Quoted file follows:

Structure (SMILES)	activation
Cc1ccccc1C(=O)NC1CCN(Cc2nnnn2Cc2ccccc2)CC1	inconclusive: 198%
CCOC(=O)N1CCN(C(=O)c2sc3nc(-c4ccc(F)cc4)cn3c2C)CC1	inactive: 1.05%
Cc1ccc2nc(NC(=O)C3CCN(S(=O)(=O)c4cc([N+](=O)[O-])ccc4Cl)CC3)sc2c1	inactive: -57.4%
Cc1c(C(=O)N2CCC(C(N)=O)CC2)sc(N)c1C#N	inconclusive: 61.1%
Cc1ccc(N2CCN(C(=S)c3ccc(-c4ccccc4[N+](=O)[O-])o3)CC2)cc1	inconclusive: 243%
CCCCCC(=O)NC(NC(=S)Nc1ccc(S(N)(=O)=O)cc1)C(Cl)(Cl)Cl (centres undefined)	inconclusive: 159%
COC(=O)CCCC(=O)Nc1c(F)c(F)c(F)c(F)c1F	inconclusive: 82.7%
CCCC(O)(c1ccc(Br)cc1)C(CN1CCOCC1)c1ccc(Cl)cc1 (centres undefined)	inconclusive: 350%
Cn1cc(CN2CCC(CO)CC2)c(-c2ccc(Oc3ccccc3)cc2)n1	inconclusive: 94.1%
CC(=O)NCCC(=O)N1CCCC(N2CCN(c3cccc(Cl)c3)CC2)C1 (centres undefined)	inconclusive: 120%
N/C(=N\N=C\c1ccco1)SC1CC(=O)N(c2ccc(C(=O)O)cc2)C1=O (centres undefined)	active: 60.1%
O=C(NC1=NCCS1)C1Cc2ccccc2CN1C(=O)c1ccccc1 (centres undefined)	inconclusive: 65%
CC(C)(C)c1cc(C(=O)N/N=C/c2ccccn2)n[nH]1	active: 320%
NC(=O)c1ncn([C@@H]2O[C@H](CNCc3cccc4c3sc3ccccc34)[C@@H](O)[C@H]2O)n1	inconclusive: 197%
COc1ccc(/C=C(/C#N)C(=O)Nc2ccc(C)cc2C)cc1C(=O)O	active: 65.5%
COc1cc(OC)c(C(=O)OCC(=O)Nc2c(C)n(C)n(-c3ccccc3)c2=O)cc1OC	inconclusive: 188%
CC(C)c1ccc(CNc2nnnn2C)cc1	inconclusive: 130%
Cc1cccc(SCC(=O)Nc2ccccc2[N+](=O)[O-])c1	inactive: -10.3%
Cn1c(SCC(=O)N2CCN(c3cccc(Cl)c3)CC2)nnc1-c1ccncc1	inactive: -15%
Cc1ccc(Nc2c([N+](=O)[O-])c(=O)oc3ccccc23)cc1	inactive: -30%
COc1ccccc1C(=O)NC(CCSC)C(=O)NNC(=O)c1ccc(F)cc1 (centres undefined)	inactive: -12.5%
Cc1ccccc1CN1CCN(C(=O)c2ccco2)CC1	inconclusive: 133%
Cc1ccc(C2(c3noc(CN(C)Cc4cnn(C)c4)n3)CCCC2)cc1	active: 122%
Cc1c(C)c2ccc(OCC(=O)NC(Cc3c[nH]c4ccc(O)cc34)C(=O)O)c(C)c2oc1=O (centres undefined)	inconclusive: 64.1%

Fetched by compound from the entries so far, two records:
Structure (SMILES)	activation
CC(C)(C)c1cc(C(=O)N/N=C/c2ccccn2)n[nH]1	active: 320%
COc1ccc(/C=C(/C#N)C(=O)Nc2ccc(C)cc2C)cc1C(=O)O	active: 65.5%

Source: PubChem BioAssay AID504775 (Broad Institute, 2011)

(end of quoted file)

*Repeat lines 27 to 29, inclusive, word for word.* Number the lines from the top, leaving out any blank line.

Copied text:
Structure (SMILES)	activation
CC(C)(C)c1cc(C(=O)N/N=C/c2ccccn2)n[nH]1	active: 320%
COc1ccc(/C=C(/C#N)C(=O)Nc2ccc(C)cc2C)cc1C(=O)O	active: 65.5%